Thousands of parents and carers across the world are making pledges on behalf of their children today about how they are going to help tackle climate change, improving future outcomes for their children. It’s all part of the United Nations Development Programme (UNDP) ‘Weather Kids’ global campaign which the Met Office has been supporting.  

A key part of the global campaign is a number of hypothetical future forecast videos presented from children across the world where they act as a meteorologist. The ‘Weather Kids’ read a plausible global forecast for 2050, when they’ll be adults.

In addition to simply describing the weather, the ‘Weather Kids’ talk about how the extreme weather in the forecast could impact their everyday daily lives, whilst the forecast shows images of heatwaves, fires and floods. The Met Office has worked with the UNDP to create a UK version of the video which sees Jack, 9, take on the role of weather forecaster.

The campaign launches ahead of World Meteorological Day on Saturday and follows this week’s WMO State of the Global Climate report, which highlighted how through 2023 records were once again broken, and in some cases smashed, for greenhouse gas levels, surface temperatures, ocean heat and acidification, sea level rise, Antarctic sea ice cover and glacier retreat. 

Inspiring people for a better future

During the report, Jack states that: “long heatwaves will affect 98% of children in the UK. All this heat could stop us from playing outside for ages.

"If we don’t listen to scientists, things are going to be even crazier when I grow up. Extreme droughts will wipe out wheat crops, killing the one food my brother eats, Weetabix.”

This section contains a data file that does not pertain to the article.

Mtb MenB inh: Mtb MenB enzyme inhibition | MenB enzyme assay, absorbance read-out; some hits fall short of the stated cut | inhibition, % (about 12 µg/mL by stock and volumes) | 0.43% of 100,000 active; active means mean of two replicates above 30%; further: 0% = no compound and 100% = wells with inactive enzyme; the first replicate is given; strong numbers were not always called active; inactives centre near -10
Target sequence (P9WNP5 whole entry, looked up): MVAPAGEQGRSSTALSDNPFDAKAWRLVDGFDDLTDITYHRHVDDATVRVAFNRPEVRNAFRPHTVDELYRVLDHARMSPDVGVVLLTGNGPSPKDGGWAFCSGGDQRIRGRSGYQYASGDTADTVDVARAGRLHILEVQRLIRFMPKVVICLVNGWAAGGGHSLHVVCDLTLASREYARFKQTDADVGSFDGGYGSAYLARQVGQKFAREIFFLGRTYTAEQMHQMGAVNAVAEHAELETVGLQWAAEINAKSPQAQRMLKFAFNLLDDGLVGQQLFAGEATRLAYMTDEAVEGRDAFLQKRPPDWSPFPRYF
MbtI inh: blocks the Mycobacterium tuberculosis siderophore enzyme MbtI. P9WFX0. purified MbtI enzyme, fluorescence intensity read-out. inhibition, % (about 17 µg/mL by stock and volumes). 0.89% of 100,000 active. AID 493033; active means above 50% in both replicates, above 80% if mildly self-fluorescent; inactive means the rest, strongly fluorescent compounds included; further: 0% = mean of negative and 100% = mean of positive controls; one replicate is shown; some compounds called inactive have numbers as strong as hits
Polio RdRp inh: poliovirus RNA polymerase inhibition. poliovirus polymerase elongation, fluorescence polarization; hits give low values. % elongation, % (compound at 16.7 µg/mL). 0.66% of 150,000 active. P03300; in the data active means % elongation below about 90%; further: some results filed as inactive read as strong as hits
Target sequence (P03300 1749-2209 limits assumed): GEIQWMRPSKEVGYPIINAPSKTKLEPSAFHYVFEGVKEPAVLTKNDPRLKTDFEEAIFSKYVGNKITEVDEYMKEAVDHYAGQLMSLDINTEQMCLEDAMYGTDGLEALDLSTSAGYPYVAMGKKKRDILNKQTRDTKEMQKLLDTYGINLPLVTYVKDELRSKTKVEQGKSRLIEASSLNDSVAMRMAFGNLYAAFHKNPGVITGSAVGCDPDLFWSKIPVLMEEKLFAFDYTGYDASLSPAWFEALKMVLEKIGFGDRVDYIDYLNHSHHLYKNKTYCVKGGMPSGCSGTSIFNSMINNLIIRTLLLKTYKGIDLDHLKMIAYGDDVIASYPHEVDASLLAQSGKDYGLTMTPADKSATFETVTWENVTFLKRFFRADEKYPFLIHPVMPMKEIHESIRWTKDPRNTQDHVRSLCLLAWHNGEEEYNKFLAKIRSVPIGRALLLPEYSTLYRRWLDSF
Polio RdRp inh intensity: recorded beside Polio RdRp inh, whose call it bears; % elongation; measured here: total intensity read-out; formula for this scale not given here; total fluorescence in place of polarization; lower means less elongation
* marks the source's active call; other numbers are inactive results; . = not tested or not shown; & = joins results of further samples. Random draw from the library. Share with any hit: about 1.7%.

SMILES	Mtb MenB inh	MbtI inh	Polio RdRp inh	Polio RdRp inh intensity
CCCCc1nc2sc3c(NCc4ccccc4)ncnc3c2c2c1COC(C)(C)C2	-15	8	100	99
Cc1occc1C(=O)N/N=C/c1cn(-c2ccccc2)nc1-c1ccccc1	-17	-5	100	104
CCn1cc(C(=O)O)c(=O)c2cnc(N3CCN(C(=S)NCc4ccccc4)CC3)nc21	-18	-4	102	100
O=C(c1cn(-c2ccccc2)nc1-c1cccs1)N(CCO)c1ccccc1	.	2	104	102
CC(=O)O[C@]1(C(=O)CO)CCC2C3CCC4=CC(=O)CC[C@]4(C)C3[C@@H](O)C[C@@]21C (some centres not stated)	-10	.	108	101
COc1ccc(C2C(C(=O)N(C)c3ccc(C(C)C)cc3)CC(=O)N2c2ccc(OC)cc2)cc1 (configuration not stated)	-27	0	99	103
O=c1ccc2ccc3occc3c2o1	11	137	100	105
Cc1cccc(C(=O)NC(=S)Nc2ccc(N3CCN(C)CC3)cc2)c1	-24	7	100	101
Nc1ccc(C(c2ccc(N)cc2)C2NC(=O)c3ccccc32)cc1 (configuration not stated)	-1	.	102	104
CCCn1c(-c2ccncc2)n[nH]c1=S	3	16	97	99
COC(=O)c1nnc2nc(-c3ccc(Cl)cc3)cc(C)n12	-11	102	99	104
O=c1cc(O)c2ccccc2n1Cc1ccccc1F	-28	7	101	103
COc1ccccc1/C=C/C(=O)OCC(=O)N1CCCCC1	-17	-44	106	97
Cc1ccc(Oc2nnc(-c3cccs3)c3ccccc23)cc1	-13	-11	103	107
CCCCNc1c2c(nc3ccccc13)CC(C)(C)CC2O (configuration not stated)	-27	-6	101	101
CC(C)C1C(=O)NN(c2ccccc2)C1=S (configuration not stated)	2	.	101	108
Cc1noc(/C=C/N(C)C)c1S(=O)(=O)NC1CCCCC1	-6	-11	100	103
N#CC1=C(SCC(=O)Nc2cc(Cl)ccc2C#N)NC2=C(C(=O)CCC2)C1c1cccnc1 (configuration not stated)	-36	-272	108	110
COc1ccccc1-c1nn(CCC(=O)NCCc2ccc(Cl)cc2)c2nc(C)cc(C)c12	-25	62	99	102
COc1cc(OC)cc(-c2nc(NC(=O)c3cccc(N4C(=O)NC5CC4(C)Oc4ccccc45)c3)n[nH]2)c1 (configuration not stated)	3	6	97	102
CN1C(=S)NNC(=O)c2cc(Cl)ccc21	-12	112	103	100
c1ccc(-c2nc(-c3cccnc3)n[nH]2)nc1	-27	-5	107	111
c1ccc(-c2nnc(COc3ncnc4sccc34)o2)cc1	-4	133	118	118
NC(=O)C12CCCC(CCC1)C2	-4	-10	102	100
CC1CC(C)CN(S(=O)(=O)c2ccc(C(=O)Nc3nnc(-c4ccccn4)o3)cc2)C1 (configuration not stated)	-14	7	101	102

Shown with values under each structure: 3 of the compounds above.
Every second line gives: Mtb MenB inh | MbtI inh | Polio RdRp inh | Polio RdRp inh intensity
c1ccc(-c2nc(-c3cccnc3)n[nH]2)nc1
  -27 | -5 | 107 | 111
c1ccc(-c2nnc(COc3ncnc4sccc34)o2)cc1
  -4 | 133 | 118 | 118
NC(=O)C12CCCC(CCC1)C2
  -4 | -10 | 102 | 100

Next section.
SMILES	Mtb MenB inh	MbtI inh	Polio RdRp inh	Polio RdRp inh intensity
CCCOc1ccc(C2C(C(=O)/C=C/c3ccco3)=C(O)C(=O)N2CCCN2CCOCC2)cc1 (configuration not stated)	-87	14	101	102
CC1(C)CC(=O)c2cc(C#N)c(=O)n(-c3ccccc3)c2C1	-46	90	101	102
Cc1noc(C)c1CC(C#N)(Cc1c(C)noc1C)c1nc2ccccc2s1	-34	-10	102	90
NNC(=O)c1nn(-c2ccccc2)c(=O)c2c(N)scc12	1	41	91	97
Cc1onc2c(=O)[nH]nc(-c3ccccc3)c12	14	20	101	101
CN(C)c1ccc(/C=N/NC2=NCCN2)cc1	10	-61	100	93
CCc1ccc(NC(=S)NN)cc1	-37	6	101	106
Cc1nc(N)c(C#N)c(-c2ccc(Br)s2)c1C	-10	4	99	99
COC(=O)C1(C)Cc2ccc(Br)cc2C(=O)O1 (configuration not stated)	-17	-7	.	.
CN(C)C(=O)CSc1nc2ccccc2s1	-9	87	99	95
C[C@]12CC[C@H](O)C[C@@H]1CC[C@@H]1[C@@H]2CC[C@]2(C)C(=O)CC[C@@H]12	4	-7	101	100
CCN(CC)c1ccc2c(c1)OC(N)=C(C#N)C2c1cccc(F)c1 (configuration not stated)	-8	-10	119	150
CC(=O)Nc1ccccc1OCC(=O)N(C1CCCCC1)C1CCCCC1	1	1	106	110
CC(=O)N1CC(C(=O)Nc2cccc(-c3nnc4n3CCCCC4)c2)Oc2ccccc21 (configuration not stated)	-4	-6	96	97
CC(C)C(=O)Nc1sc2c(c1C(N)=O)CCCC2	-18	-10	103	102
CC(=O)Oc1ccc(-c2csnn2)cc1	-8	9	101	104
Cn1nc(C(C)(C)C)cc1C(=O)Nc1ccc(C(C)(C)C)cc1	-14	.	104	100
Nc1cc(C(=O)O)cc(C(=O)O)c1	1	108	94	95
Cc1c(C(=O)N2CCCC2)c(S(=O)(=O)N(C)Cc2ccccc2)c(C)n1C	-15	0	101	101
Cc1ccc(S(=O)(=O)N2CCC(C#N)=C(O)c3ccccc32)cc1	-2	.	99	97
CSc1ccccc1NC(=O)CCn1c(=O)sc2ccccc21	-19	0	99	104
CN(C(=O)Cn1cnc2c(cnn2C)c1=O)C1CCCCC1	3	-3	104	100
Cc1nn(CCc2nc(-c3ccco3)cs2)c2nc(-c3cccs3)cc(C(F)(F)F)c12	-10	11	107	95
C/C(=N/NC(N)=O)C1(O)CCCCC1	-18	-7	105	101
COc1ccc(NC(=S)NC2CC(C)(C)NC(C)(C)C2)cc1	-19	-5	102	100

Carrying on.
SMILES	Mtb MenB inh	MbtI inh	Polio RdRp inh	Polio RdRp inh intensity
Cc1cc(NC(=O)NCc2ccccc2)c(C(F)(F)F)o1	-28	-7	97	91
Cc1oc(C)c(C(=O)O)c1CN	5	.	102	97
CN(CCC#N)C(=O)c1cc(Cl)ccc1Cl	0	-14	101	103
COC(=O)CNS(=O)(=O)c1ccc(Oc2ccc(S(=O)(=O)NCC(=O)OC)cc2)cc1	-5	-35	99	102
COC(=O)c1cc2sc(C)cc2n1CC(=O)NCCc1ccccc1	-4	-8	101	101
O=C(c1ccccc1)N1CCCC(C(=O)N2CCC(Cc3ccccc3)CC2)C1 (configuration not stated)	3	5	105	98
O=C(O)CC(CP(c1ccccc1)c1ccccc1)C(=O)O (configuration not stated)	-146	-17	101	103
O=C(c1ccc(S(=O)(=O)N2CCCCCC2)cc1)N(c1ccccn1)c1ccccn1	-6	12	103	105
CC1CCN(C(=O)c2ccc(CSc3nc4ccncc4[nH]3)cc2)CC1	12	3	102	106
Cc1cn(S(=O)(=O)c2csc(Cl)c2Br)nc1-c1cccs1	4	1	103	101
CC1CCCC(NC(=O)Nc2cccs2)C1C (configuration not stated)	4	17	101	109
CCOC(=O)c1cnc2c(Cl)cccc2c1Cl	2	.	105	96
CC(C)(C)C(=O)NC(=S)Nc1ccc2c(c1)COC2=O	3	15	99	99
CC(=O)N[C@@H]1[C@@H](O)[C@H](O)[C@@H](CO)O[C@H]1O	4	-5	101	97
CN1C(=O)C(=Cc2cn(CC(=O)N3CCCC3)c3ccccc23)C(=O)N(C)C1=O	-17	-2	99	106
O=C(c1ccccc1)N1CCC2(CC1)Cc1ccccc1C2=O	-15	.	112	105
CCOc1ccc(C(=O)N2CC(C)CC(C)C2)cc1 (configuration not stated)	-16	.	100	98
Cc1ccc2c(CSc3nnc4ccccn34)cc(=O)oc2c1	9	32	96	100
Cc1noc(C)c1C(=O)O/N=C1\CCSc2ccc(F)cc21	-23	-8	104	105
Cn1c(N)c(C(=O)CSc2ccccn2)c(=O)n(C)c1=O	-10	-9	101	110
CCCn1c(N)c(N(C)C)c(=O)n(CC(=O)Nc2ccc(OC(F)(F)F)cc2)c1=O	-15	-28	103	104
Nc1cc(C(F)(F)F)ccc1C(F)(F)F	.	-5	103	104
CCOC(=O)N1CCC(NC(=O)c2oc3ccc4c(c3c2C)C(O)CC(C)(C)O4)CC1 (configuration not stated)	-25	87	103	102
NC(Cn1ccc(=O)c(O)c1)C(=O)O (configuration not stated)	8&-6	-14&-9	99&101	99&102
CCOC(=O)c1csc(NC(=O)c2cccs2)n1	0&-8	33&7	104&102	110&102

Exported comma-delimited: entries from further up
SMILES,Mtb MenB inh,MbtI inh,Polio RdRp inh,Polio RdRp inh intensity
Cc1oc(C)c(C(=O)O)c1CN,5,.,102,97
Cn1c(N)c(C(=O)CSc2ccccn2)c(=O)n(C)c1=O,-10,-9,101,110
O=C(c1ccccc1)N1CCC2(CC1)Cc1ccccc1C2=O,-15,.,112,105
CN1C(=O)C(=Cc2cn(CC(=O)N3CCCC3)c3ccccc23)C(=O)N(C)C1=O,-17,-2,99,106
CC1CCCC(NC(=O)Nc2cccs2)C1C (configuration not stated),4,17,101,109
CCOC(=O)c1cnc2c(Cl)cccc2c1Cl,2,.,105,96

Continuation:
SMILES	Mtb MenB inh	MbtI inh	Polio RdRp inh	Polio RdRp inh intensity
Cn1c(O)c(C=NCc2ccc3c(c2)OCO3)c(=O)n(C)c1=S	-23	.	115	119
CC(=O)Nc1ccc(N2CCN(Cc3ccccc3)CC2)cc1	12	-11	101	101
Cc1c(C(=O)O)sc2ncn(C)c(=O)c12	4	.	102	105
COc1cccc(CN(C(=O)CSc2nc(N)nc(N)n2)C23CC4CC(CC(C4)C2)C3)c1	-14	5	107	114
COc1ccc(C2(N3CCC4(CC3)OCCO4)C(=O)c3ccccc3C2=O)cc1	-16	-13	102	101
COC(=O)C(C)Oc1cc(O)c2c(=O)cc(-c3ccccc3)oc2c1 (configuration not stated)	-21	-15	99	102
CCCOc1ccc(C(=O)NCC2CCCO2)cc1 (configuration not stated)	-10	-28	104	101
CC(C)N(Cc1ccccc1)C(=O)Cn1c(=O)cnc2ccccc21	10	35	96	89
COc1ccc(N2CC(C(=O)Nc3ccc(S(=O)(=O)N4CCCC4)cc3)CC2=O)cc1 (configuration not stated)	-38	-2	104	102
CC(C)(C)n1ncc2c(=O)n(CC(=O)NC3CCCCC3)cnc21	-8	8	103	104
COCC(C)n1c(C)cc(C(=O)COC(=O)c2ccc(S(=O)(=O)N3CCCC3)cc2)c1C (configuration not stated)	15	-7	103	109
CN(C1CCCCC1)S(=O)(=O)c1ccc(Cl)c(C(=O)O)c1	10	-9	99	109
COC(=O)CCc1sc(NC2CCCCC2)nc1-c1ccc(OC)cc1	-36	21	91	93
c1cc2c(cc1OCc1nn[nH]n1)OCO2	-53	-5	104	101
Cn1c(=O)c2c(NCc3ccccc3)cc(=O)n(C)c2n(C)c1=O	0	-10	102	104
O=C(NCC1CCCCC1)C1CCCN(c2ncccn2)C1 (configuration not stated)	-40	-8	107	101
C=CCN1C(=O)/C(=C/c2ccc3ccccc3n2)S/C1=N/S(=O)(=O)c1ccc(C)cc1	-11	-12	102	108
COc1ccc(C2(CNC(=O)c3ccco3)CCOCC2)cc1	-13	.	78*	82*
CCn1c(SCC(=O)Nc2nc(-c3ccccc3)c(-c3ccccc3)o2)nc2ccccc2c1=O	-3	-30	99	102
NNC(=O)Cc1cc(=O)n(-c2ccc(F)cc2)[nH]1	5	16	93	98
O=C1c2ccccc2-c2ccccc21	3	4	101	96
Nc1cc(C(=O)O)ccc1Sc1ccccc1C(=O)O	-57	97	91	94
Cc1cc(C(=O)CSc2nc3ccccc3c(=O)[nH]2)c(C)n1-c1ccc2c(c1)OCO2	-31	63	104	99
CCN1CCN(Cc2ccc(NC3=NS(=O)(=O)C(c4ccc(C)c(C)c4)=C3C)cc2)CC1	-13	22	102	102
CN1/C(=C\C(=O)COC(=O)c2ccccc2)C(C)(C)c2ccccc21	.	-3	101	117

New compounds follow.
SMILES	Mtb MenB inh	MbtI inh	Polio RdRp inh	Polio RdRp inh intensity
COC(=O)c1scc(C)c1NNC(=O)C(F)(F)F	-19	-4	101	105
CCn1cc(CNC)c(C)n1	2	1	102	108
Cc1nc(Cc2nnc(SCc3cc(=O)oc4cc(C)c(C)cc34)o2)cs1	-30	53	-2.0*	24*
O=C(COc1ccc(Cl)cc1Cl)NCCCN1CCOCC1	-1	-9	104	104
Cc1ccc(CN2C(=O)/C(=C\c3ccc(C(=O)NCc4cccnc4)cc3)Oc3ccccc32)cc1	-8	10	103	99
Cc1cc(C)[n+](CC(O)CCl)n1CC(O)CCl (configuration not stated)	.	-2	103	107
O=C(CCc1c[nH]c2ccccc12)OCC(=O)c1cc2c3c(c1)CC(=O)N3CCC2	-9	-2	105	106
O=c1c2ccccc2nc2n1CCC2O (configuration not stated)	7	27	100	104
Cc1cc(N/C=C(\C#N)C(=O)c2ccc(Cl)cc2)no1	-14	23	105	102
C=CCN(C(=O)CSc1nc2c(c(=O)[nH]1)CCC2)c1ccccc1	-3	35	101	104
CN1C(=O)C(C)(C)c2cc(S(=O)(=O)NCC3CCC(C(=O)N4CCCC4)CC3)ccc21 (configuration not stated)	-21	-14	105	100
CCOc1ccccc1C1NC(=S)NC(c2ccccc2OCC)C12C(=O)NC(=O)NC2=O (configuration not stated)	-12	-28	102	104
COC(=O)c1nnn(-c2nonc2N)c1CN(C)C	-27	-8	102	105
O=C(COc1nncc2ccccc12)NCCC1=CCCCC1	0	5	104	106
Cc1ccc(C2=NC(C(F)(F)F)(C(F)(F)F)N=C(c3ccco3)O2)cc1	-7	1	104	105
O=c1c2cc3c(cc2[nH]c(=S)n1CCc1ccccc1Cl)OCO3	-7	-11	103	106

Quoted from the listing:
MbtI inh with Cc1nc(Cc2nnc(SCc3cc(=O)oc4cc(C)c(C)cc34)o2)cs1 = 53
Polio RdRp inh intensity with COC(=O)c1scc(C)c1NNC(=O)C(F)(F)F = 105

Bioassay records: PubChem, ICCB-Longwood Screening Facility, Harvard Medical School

Jack ends his weather report with a powerful plea from the children: “It’s not just a weather report to us. It is our future”.

On taking part in the campaign, Jack said: “I wanted to inspire other people to show them it doesn’t matter how old you are, anyone can have an impact on climate change.”

The idea behind the campaign is to raise awareness of the impacts of climate change and improve outcomes for the children of today and future generations. This ties in with the theme of this year’s World Meteorological Day, which is ‘At the Frontline of Climate Action’. The campaign will challenge parents and carers to pledge to take climate action on behalf of their children.

Preventing the worst impacts of climate change

Prof Lizzie Kendon is a Climate Scientist at the Met Office. She said: “The climate my children will experience will be very different to the climate I experienced as a child. The science is clear, our climate is changing, with impacts around the globe due to human influence. Climate change is not just something that is distant from us or something in the future, with the observational record showing changes already here in the UK. The Weather Kids theoretical 2050 forecast is a reminder of how things could look for future generations. The worst impacts however are not inevitable – we can prevent them and improve outcomes for the next generation. The next few years are critical."

Met Office Presenter and Meteorologist, Aidan McGivern, who features in the Met Office version of the video, said: “I have been involved in this project from the start and although its format is light-hearted, it is a vehicle for a very serious message. We need to increase awareness of the impacts of climate change and take meaningful action now to create a better tomorrow for future generations.”

The UNPD worked with the World Meteorological Organization (WMO) on the campaign, and the 2050 weather forecast is based on climate projections and data from UNDP, WMO, the Intergovernmental Panel on Climate Change (IPCC) and UNDP’s Climate Horizons data platform.

Parents are being urged to sign a pledge to take climate action now at the UNDP website You can read more about the campaign and ideas for pledges on our Weather Kids webpage.